Most hybrid corn fields in Northern Illinois are pollinating this week. Within the past two weeks, at least one lateral meristem emerged from one of the stem nodes. This meristem produces a series of modified leaves but eventually produces 500-1000 special meristems. Each of these modified meristems includes one ovule cell with a nucleus that includes one set of the 10 chromosomes inherited from each of that plants parents. These diploid ovule cells undergo meiosis resulting in 4 cells, each with only one representative of each of the 10 chromosomes, a random mix of some from each of the two original parents. Only one of the 4 haploid cells resulting from meiosis develops into a megaspore cell, as the other three degenerates. These megaspore cells not only have the haploid nucleus but also other cell components such as mitochondria (and their DNA), plasmids and ribosomes.
The single megaspore cell undergoes three successive mitotic divisions, resulting in 8 nuclei, all haploid. This megaspore cell thus becomes an embryo sac containing 7 cells, as two nuclei are included in one of the cells. That cell within the embryo sac is destined to become the endosperm after pollination. One cell at the base of the embryo sac becomes the egg cell. Other cells within the embryo sac apparently participate in pollination only by producing hormones to attract the sperm cell from the pollen tube to the egg cell.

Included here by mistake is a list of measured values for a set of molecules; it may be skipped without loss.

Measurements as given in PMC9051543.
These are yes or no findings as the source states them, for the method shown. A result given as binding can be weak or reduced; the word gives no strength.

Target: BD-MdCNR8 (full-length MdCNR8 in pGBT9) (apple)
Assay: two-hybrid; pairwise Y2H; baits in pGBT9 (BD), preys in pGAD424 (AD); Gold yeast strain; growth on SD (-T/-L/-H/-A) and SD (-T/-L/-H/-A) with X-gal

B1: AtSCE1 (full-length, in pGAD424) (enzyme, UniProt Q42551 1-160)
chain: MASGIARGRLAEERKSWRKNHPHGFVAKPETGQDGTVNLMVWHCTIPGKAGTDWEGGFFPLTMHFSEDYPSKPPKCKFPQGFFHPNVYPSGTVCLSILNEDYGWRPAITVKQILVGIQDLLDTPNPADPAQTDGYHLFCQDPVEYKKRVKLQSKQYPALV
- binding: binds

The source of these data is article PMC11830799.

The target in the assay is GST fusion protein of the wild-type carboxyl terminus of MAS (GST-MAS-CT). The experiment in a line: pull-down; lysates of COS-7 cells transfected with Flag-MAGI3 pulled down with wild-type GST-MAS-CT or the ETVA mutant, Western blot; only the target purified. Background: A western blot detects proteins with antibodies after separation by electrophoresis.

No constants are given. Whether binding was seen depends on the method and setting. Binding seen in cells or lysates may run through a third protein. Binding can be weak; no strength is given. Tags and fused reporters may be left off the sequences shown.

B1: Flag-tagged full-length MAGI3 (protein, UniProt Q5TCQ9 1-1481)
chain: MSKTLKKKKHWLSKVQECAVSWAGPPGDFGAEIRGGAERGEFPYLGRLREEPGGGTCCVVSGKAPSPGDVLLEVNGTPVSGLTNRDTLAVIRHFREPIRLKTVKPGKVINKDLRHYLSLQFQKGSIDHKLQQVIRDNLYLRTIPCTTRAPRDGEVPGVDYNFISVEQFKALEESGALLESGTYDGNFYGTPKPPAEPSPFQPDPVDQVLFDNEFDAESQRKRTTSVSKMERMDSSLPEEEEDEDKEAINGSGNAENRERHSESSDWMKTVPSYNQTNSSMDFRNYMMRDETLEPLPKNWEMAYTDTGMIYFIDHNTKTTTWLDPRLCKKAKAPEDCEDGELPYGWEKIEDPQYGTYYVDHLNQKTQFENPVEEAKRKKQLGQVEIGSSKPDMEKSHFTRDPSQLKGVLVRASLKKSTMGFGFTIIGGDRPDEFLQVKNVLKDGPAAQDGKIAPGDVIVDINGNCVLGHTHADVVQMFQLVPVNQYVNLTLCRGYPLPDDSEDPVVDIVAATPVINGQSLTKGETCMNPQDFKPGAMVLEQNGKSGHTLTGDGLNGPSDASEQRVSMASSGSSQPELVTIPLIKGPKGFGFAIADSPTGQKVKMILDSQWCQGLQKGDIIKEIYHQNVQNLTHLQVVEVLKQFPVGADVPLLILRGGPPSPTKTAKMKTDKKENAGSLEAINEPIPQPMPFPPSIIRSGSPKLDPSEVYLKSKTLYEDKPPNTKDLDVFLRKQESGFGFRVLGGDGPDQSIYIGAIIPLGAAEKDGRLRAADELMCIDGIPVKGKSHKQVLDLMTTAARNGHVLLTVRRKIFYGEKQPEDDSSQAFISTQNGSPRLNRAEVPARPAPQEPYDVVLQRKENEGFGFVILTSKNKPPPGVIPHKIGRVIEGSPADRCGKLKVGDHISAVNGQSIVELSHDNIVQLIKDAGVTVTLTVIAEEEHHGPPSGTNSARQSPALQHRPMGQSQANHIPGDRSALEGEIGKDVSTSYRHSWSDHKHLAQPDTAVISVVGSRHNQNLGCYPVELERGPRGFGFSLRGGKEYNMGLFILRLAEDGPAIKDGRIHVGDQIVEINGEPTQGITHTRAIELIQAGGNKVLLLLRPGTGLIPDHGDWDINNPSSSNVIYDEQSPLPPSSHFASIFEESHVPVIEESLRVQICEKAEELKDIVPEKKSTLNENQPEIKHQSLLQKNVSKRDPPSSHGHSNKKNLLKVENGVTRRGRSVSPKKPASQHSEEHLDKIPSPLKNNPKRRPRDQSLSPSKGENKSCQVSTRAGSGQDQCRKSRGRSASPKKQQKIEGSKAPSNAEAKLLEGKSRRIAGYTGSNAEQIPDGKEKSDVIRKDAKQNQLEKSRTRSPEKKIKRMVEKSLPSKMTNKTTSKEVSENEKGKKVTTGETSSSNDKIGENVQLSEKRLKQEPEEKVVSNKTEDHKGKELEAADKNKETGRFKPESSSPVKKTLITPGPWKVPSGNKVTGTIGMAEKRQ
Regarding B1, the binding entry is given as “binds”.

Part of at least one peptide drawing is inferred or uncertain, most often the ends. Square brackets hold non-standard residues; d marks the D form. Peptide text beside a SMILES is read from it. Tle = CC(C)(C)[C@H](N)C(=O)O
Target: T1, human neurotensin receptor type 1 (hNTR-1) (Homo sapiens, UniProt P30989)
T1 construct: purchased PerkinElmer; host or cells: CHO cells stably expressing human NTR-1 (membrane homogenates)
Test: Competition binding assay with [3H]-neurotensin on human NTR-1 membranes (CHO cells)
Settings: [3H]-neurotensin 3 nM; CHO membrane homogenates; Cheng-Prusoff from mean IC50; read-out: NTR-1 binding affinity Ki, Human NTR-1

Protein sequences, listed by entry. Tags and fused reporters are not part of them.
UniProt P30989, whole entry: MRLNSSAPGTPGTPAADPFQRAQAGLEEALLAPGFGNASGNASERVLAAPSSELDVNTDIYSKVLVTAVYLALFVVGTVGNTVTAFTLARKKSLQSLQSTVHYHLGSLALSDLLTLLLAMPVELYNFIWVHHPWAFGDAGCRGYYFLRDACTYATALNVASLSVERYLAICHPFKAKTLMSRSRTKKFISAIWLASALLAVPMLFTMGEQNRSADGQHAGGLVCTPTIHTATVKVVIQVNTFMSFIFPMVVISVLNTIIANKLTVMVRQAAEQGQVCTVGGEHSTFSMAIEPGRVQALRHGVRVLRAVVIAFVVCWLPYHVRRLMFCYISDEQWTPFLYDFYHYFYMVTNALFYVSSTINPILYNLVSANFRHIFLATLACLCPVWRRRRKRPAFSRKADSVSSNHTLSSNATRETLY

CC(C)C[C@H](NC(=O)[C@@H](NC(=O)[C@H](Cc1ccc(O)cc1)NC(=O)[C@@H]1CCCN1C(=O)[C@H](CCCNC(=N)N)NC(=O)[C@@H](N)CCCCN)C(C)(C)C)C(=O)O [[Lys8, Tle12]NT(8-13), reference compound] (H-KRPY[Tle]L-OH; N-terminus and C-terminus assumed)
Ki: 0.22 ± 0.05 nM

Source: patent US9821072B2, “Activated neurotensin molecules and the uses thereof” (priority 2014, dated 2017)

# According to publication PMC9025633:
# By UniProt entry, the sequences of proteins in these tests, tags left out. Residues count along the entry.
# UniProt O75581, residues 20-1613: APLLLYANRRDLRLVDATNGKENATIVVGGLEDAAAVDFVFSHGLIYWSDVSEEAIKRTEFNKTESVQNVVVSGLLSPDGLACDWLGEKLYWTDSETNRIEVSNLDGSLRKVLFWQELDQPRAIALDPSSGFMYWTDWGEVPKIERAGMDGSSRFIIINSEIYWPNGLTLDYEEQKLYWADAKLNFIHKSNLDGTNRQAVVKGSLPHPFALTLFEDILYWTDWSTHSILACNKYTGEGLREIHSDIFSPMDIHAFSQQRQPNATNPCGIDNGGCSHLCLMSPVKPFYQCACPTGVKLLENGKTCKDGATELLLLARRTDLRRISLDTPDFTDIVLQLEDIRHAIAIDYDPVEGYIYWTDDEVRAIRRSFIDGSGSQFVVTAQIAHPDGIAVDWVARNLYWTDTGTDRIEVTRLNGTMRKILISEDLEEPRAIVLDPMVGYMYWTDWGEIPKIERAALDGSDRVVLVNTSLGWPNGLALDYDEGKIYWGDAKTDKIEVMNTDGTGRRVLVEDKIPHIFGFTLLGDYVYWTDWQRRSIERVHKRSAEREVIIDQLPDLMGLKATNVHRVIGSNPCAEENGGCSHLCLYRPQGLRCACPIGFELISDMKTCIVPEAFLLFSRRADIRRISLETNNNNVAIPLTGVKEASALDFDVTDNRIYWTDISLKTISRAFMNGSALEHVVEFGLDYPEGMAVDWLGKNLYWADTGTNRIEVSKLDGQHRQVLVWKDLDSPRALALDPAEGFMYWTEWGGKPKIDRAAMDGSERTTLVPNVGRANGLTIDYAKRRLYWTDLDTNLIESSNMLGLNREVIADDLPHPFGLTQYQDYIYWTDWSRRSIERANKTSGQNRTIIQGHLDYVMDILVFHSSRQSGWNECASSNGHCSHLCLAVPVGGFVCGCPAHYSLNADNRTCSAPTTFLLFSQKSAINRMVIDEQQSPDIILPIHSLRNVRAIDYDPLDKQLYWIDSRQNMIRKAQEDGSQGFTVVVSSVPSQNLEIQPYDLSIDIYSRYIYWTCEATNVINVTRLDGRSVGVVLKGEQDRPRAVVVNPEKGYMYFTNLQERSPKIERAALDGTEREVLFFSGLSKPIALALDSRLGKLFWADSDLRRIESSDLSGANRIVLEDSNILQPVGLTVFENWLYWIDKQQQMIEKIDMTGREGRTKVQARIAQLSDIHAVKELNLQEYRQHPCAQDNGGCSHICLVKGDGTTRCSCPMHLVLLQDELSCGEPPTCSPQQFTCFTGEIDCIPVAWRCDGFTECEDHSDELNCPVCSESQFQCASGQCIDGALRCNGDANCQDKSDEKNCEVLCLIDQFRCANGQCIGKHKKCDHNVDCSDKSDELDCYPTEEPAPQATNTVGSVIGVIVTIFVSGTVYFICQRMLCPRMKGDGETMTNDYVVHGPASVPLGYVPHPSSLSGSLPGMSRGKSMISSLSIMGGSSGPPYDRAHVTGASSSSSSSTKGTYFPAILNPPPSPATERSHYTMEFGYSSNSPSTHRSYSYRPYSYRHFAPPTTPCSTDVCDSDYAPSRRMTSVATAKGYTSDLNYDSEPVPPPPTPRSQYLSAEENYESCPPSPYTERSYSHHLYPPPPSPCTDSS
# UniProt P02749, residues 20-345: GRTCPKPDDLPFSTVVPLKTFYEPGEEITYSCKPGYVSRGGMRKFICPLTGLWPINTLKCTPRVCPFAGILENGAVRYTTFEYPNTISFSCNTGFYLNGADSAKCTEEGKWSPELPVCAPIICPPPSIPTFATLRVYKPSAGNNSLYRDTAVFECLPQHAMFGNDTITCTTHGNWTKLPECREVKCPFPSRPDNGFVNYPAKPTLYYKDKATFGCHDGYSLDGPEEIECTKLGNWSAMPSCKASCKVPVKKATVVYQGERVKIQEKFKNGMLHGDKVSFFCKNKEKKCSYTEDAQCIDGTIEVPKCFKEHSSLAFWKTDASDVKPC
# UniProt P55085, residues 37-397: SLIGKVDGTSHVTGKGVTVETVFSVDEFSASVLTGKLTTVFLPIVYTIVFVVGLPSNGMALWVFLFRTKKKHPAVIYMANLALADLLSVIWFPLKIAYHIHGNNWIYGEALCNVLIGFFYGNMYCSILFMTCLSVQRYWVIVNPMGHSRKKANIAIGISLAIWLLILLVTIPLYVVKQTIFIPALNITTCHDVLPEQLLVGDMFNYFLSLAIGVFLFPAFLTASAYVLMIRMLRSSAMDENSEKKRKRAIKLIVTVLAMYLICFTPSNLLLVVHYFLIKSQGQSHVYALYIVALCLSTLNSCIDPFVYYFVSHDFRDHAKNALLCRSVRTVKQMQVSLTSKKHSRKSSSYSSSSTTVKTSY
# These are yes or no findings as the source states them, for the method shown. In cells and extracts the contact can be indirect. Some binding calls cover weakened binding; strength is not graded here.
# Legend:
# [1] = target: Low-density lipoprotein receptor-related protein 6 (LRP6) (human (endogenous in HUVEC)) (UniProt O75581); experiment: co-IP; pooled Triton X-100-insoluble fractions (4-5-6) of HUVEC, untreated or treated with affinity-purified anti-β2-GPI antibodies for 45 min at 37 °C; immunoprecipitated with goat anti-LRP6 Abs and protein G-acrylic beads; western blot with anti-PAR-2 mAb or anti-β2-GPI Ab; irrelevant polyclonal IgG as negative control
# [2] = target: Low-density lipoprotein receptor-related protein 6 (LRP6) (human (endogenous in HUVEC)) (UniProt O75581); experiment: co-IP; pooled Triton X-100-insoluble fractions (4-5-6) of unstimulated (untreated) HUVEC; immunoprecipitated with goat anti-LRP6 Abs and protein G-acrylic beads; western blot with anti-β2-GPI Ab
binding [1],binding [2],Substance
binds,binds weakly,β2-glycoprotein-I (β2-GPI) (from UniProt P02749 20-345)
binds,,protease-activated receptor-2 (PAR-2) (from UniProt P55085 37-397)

Elongation of special tissue at the outer tip of each embryo sac begins to elongate, to emerge from the surrounding leaves. These structures known as silk become the channel for eventual entrance of the pollen nuclei.
About Corn Journal
The purpose of this blog is to share perspectives of the biology of corn, its seed and diseases in a mix of technical and not so technical terms with all who are interested in this major crop. With more technical references to any of the topics easily available on the web with a search of key words, the blog will rarely cite references but will attempt to be accurate. Comments are welcome but will be screened before publishing. Comments and questions directed to the author by emails are encouraged.